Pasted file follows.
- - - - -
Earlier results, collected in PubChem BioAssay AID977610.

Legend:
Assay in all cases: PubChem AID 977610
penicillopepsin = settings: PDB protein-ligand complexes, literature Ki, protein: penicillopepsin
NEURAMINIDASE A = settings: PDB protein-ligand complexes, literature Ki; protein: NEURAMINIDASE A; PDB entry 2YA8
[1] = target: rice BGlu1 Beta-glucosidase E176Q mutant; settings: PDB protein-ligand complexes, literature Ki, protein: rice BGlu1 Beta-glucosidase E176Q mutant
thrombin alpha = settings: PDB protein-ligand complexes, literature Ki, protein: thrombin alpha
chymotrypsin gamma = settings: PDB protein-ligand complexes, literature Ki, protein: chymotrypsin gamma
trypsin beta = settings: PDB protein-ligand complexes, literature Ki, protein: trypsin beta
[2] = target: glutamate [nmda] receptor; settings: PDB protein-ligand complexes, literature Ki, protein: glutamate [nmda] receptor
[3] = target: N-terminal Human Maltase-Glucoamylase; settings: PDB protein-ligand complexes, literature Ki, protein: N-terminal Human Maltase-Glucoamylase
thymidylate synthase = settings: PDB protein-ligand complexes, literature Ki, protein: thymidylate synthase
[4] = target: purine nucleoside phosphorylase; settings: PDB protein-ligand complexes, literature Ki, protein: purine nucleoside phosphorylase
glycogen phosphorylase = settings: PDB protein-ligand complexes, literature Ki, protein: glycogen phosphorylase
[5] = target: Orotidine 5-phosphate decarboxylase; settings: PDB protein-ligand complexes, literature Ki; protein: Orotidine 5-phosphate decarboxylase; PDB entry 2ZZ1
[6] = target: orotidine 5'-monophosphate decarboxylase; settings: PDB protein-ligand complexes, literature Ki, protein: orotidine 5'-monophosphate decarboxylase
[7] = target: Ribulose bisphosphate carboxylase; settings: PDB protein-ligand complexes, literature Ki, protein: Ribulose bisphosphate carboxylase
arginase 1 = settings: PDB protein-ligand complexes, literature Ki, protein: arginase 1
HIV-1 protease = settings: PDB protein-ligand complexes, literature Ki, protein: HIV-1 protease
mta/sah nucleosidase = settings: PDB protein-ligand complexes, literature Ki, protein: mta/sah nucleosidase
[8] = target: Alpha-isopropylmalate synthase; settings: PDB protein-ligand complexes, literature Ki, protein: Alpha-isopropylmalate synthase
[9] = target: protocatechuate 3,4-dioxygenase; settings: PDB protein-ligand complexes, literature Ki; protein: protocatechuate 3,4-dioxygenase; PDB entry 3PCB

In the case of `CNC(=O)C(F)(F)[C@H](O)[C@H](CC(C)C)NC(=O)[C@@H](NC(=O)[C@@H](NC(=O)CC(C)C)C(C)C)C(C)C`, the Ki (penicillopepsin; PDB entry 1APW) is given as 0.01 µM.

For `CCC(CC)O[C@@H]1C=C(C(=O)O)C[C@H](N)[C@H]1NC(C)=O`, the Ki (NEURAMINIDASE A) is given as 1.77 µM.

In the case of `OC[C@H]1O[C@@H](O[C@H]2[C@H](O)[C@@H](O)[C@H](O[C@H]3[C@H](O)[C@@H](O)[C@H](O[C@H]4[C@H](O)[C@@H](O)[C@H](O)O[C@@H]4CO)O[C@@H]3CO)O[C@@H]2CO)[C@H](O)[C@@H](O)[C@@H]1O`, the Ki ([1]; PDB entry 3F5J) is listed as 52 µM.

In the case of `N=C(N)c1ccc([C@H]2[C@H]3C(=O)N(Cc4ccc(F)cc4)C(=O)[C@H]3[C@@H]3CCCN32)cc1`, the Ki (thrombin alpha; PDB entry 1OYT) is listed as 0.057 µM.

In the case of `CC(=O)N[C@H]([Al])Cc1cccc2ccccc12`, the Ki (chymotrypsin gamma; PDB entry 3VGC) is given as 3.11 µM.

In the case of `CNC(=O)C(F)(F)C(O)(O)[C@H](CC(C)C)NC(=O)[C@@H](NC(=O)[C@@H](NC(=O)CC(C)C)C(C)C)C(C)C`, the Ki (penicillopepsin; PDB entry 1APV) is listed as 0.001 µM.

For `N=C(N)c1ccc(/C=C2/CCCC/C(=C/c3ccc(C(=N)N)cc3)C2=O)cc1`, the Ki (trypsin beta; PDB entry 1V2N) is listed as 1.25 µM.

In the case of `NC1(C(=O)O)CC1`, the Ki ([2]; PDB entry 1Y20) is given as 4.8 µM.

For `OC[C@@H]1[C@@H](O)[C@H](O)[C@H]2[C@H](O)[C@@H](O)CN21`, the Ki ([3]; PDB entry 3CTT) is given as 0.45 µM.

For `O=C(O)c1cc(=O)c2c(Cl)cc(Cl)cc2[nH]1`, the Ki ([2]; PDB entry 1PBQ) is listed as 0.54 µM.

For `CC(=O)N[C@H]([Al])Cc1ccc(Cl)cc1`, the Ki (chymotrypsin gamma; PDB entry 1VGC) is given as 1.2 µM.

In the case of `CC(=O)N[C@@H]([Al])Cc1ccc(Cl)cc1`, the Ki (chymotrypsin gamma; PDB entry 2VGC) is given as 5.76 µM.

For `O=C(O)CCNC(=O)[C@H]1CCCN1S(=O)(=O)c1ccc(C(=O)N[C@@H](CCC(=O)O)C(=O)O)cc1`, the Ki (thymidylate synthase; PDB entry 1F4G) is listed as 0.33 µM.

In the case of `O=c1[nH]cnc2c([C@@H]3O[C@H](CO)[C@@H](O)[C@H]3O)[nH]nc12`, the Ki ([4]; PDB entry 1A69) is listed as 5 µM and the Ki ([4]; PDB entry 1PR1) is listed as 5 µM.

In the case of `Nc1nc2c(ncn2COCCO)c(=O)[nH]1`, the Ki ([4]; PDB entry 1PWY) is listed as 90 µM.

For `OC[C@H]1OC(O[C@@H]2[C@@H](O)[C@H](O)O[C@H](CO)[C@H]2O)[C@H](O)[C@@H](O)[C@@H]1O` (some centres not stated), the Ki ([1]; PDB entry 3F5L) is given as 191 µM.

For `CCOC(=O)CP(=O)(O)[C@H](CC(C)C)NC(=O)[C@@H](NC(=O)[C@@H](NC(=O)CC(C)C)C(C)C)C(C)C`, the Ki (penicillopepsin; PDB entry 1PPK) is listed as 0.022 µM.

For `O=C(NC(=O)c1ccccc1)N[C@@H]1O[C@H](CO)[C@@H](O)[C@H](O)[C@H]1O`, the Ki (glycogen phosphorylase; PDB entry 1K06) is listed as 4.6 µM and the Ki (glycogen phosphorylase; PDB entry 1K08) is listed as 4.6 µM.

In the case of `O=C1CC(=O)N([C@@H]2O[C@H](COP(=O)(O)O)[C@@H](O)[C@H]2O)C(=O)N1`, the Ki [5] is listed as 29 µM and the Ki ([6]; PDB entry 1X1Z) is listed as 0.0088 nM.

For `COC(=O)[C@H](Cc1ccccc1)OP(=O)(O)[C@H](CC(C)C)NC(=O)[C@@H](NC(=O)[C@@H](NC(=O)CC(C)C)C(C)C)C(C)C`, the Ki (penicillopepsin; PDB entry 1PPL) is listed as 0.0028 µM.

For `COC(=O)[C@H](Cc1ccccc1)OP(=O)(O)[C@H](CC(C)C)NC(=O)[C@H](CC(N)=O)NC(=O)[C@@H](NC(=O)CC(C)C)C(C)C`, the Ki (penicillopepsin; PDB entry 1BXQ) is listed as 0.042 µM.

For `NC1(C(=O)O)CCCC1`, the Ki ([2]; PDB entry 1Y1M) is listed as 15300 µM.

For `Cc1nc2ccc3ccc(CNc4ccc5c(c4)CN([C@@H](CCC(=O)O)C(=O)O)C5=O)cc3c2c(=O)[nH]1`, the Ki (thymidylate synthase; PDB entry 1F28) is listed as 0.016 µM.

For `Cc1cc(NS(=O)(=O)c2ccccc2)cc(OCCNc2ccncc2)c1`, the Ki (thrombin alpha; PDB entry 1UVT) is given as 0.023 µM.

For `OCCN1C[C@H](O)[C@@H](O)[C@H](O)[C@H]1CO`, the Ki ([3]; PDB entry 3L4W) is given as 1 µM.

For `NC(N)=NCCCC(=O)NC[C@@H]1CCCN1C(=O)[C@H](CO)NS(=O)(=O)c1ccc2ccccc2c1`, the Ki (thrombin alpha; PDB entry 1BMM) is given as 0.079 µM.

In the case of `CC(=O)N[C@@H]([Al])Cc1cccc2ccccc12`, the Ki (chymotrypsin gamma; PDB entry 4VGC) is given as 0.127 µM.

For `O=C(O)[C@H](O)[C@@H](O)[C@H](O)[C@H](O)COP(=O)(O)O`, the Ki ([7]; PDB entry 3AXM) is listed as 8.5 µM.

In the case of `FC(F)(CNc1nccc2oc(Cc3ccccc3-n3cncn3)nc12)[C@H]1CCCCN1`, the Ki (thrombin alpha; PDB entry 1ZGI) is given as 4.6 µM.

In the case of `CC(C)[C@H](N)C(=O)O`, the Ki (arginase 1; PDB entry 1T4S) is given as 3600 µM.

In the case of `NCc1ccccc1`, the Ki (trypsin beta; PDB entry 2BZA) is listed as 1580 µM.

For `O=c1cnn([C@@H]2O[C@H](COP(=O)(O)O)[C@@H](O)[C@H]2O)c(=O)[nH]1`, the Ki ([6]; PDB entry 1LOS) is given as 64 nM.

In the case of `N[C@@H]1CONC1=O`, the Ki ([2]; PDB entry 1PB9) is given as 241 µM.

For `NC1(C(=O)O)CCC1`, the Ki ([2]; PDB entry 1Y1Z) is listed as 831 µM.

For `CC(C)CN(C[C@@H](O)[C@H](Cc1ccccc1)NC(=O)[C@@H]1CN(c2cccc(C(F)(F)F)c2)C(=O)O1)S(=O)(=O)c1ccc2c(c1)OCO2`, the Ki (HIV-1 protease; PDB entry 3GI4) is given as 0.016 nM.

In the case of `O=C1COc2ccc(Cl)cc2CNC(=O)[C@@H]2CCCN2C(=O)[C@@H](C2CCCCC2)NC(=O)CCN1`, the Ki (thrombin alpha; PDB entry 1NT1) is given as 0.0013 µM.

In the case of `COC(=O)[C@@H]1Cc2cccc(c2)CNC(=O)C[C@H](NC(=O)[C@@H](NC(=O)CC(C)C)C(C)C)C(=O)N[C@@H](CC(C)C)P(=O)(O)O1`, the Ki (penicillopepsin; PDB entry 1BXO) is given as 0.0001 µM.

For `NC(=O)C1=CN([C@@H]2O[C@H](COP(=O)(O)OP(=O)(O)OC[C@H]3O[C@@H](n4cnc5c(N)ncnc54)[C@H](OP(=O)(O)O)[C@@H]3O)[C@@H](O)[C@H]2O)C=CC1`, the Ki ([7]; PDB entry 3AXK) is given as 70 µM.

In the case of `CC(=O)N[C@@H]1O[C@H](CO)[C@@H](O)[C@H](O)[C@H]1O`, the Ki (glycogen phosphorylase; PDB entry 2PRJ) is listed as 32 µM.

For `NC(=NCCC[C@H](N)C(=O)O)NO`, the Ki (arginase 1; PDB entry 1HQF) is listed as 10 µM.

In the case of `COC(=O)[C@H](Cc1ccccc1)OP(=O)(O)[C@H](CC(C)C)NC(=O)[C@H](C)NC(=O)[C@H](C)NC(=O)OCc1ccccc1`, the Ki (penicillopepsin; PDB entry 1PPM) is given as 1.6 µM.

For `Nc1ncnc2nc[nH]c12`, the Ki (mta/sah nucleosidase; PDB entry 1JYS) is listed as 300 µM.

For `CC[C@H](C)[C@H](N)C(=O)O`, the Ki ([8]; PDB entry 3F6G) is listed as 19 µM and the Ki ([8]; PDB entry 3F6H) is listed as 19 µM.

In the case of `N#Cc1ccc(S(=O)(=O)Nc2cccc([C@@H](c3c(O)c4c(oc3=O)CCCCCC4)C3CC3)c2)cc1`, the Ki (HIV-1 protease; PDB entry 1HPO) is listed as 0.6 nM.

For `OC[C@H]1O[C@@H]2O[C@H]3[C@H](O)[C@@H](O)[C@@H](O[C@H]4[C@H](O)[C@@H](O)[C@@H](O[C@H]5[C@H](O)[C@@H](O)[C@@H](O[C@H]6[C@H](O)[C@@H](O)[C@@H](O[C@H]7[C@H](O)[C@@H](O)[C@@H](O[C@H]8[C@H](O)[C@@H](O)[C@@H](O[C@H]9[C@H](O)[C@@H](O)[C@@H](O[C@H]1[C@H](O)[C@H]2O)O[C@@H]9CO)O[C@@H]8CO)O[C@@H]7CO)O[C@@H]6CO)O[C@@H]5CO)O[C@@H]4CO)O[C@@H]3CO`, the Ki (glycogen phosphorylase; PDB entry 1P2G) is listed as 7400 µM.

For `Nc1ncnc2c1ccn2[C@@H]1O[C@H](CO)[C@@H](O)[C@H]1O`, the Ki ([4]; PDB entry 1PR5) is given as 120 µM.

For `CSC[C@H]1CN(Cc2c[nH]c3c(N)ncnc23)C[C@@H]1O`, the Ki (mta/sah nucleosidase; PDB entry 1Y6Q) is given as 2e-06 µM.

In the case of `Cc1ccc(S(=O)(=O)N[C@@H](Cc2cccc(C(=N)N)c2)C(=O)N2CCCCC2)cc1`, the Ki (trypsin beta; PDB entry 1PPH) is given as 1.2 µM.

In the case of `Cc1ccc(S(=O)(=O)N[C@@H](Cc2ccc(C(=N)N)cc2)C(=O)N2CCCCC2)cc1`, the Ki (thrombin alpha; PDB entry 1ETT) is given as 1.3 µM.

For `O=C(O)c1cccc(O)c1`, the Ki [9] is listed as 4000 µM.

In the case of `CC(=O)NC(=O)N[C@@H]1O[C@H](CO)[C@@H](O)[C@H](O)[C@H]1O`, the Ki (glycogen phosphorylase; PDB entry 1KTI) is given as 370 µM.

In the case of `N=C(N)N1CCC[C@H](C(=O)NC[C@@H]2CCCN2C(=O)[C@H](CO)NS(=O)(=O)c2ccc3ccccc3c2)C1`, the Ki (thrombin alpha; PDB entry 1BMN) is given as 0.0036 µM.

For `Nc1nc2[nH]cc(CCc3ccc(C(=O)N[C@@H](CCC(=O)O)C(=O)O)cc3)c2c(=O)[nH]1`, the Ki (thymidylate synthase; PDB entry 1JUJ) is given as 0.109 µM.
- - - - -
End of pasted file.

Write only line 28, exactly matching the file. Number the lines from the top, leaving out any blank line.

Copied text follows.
In the case of `CNC(=O)C(F)(F)C(O)(O)[C@H](CC(C)C)NC(=O)[C@@H](NC(=O)[C@@H](NC(=O)CC(C)C)C(C)C)C(C)C`, the Ki (penicillopepsin; PDB entry 1APV) is listed as 0.001 µM.